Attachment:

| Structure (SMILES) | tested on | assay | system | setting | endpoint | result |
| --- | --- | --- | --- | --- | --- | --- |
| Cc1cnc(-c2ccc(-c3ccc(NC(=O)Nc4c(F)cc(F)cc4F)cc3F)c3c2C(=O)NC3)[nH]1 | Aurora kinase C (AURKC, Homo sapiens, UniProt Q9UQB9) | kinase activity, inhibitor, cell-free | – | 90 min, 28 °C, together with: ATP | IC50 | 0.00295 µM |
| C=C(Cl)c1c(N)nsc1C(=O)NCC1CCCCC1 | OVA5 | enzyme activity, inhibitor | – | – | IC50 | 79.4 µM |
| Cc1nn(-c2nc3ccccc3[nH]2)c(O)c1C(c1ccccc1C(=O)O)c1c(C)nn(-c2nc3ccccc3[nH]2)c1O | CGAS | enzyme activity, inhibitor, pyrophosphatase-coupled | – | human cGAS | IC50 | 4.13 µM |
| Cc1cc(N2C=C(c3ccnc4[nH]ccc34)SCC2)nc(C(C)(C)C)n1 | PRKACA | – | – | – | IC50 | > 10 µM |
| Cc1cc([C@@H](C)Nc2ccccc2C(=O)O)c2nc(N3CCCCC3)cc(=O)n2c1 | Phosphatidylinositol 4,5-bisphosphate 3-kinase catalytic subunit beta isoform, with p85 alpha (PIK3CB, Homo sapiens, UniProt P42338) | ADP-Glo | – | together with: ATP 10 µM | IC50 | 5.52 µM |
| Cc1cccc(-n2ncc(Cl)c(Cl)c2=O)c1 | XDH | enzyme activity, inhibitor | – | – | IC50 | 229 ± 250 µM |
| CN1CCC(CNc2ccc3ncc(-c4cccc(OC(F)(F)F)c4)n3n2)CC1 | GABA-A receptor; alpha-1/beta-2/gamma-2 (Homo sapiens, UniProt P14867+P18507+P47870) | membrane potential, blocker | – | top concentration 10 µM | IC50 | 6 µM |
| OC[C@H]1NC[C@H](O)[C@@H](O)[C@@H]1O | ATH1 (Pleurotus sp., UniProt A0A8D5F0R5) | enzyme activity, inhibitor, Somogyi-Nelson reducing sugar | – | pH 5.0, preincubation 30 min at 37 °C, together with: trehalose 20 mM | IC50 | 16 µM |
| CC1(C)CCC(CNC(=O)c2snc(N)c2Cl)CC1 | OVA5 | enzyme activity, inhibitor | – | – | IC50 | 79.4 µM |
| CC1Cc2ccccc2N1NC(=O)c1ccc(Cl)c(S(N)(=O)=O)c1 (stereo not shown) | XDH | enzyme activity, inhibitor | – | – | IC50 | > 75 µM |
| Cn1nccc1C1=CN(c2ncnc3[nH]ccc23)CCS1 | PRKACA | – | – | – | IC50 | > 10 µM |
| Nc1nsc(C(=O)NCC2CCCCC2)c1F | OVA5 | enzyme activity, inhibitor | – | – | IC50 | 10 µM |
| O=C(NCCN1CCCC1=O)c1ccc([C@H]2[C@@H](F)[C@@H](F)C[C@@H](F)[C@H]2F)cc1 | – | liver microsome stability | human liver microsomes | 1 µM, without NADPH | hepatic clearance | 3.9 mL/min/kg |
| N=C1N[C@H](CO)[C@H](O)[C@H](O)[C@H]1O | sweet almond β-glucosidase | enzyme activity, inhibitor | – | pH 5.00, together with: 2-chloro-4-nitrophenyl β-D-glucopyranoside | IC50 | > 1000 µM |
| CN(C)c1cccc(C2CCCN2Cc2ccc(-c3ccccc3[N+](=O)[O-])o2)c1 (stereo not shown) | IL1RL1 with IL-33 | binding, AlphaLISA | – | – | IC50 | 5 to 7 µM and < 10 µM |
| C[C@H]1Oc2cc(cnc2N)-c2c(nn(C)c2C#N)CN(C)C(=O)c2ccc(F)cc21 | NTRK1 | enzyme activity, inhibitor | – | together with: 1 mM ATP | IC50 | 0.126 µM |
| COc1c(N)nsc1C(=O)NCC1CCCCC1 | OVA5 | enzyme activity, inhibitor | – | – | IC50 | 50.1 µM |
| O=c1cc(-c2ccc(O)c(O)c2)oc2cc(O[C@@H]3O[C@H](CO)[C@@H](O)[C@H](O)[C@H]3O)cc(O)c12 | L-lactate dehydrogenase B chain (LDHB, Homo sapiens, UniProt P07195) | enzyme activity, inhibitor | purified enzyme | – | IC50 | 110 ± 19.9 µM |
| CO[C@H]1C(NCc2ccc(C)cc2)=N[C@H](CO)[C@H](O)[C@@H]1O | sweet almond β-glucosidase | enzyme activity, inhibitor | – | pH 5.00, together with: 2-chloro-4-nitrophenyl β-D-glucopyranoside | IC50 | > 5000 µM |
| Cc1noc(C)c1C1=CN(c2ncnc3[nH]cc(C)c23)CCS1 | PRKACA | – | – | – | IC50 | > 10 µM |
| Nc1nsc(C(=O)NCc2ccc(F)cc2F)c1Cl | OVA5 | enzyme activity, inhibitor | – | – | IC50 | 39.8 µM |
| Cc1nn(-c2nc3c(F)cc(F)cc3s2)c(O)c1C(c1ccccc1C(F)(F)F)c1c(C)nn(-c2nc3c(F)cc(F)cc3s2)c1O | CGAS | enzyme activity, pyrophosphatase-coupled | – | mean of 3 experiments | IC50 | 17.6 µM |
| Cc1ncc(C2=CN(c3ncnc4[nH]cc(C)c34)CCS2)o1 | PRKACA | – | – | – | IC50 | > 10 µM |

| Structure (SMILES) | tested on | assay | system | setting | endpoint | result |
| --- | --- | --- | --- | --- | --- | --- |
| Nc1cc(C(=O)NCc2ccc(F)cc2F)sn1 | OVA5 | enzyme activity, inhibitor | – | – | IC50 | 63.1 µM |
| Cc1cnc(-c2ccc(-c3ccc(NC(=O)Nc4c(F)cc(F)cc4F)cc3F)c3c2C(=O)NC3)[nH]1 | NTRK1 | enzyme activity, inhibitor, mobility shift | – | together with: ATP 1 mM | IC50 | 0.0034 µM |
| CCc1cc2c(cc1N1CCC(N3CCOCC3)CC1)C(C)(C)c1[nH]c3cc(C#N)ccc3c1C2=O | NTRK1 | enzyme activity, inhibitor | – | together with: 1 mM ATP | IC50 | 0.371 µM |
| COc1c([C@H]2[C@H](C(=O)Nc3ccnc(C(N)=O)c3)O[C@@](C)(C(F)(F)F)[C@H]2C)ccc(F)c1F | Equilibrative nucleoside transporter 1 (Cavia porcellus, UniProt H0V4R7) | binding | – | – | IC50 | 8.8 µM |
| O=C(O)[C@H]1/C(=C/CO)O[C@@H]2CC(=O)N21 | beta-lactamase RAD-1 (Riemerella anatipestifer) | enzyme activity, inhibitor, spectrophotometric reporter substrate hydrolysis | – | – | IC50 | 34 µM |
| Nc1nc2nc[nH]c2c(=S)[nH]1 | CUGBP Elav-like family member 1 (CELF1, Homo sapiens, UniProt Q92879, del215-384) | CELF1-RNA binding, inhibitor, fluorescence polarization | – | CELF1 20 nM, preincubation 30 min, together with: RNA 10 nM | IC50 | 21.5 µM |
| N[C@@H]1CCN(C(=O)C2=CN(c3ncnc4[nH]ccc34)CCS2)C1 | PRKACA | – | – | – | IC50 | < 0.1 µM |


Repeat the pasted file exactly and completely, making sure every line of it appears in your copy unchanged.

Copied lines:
| Structure (SMILES) | tested on | assay | system | setting | endpoint | result |
| --- | --- | --- | --- | --- | --- | --- |
| Cc1cnc(-c2ccc(-c3ccc(NC(=O)Nc4c(F)cc(F)cc4F)cc3F)c3c2C(=O)NC3)[nH]1 | Aurora kinase C (AURKC, Homo sapiens, UniProt Q9UQB9) | kinase activity, inhibitor, cell-free | – | 90 min, 28 °C, together with: ATP | IC50 | 0.00295 µM |
| C=C(Cl)c1c(N)nsc1C(=O)NCC1CCCCC1 | OVA5 | enzyme activity, inhibitor | – | – | IC50 | 79.4 µM |
| Cc1nn(-c2nc3ccccc3[nH]2)c(O)c1C(c1ccccc1C(=O)O)c1c(C)nn(-c2nc3ccccc3[nH]2)c1O | CGAS | enzyme activity, inhibitor, pyrophosphatase-coupled | – | human cGAS | IC50 | 4.13 µM |
| Cc1cc(N2C=C(c3ccnc4[nH]ccc34)SCC2)nc(C(C)(C)C)n1 | PRKACA | – | – | – | IC50 | > 10 µM |
| Cc1cc([C@@H](C)Nc2ccccc2C(=O)O)c2nc(N3CCCCC3)cc(=O)n2c1 | Phosphatidylinositol 4,5-bisphosphate 3-kinase catalytic subunit beta isoform, with p85 alpha (PIK3CB, Homo sapiens, UniProt P42338) | ADP-Glo | – | together with: ATP 10 µM | IC50 | 5.52 µM |
| Cc1cccc(-n2ncc(Cl)c(Cl)c2=O)c1 | XDH | enzyme activity, inhibitor | – | – | IC50 | 229 ± 250 µM |
| CN1CCC(CNc2ccc3ncc(-c4cccc(OC(F)(F)F)c4)n3n2)CC1 | GABA-A receptor; alpha-1/beta-2/gamma-2 (Homo sapiens, UniProt P14867+P18507+P47870) | membrane potential, blocker | – | top concentration 10 µM | IC50 | 6 µM |
| OC[C@H]1NC[C@H](O)[C@@H](O)[C@@H]1O | ATH1 (Pleurotus sp., UniProt A0A8D5F0R5) | enzyme activity, inhibitor, Somogyi-Nelson reducing sugar | – | pH 5.0, preincubation 30 min at 37 °C, together with: trehalose 20 mM | IC50 | 16 µM |
| CC1(C)CCC(CNC(=O)c2snc(N)c2Cl)CC1 | OVA5 | enzyme activity, inhibitor | – | – | IC50 | 79.4 µM |
| CC1Cc2ccccc2N1NC(=O)c1ccc(Cl)c(S(N)(=O)=O)c1 (stereo not shown) | XDH | enzyme activity, inhibitor | – | – | IC50 | > 75 µM |
| Cn1nccc1C1=CN(c2ncnc3[nH]ccc23)CCS1 | PRKACA | – | – | – | IC50 | > 10 µM |
| Nc1nsc(C(=O)NCC2CCCCC2)c1F | OVA5 | enzyme activity, inhibitor | – | – | IC50 | 10 µM |
| O=C(NCCN1CCCC1=O)c1ccc([C@H]2[C@@H](F)[C@@H](F)C[C@@H](F)[C@H]2F)cc1 | – | liver microsome stability | human liver microsomes | 1 µM, without NADPH | hepatic clearance | 3.9 mL/min/kg |
| N=C1N[C@H](CO)[C@H](O)[C@H](O)[C@H]1O | sweet almond β-glucosidase | enzyme activity, inhibitor | – | pH 5.00, together with: 2-chloro-4-nitrophenyl β-D-glucopyranoside | IC50 | > 1000 µM |
| CN(C)c1cccc(C2CCCN2Cc2ccc(-c3ccccc3[N+](=O)[O-])o2)c1 (stereo not shown) | IL1RL1 with IL-33 | binding, AlphaLISA | – | – | IC50 | 5 to 7 µM and < 10 µM |
| C[C@H]1Oc2cc(cnc2N)-c2c(nn(C)c2C#N)CN(C)C(=O)c2ccc(F)cc21 | NTRK1 | enzyme activity, inhibitor | – | together with: 1 mM ATP | IC50 | 0.126 µM |
| COc1c(N)nsc1C(=O)NCC1CCCCC1 | OVA5 | enzyme activity, inhibitor | – | – | IC50 | 50.1 µM |
| O=c1cc(-c2ccc(O)c(O)c2)oc2cc(O[C@@H]3O[C@H](CO)[C@@H](O)[C@H](O)[C@H]3O)cc(O)c12 | L-lactate dehydrogenase B chain (LDHB, Homo sapiens, UniProt P07195) | enzyme activity, inhibitor | purified enzyme | – | IC50 | 110 ± 19.9 µM |
| CO[C@H]1C(NCc2ccc(C)cc2)=N[C@H](CO)[C@H](O)[C@@H]1O | sweet almond β-glucosidase | enzyme activity, inhibitor | – | pH 5.00, together with: 2-chloro-4-nitrophenyl β-D-glucopyranoside | IC50 | > 5000 µM |
| Cc1noc(C)c1C1=CN(c2ncnc3[nH]cc(C)c23)CCS1 | PRKACA | – | – | – | IC50 | > 10 µM |
| Nc1nsc(C(=O)NCc2ccc(F)cc2F)c1Cl | OVA5 | enzyme activity, inhibitor | – | – | IC50 | 39.8 µM |
| Cc1nn(-c2nc3c(F)cc(F)cc3s2)c(O)c1C(c1ccccc1C(F)(F)F)c1c(C)nn(-c2nc3c(F)cc(F)cc3s2)c1O | CGAS | enzyme activity, pyrophosphatase-coupled | – | mean of 3 experiments | IC50 | 17.6 µM |
| Cc1ncc(C2=CN(c3ncnc4[nH]cc(C)c34)CCS2)o1 | PRKACA | – | – | – | IC50 | > 10 µM |

| Structure (SMILES) | tested on | assay | system | setting | endpoint | result |
| --- | --- | --- | --- | --- | --- | --- |
| Nc1cc(C(=O)NCc2ccc(F)cc2F)sn1 | OVA5 | enzyme activity, inhibitor | – | – | IC50 | 63.1 µM |
| Cc1cnc(-c2ccc(-c3ccc(NC(=O)Nc4c(F)cc(F)cc4F)cc3F)c3c2C(=O)NC3)[nH]1 | NTRK1 | enzyme activity, inhibitor, mobility shift | – | together with: ATP 1 mM | IC50 | 0.0034 µM |
| CCc1cc2c(cc1N1CCC(N3CCOCC3)CC1)C(C)(C)c1[nH]c3cc(C#N)ccc3c1C2=O | NTRK1 | enzyme activity, inhibitor | – | together with: 1 mM ATP | IC50 | 0.371 µM |
| COc1c([C@H]2[C@H](C(=O)Nc3ccnc(C(N)=O)c3)O[C@@](C)(C(F)(F)F)[C@H]2C)ccc(F)c1F | Equilibrative nucleoside transporter 1 (Cavia porcellus, UniProt H0V4R7) | binding | – | – | IC50 | 8.8 µM |
| O=C(O)[C@H]1/C(=C/CO)O[C@@H]2CC(=O)N21 | beta-lactamase RAD-1 (Riemerella anatipestifer) | enzyme activity, inhibitor, spectrophotometric reporter substrate hydrolysis | – | – | IC50 | 34 µM |
| Nc1nc2nc[nH]c2c(=S)[nH]1 | CUGBP Elav-like family member 1 (CELF1, Homo sapiens, UniProt Q92879, del215-384) | CELF1-RNA binding, inhibitor, fluorescence polarization | – | CELF1 20 nM, preincubation 30 min, together with: RNA 10 nM | IC50 | 21.5 µM |
| N[C@@H]1CCN(C(=O)C2=CN(c3ncnc4[nH]ccc34)CCS2)C1 | PRKACA | – | – | – | IC50 | < 0.1 µM |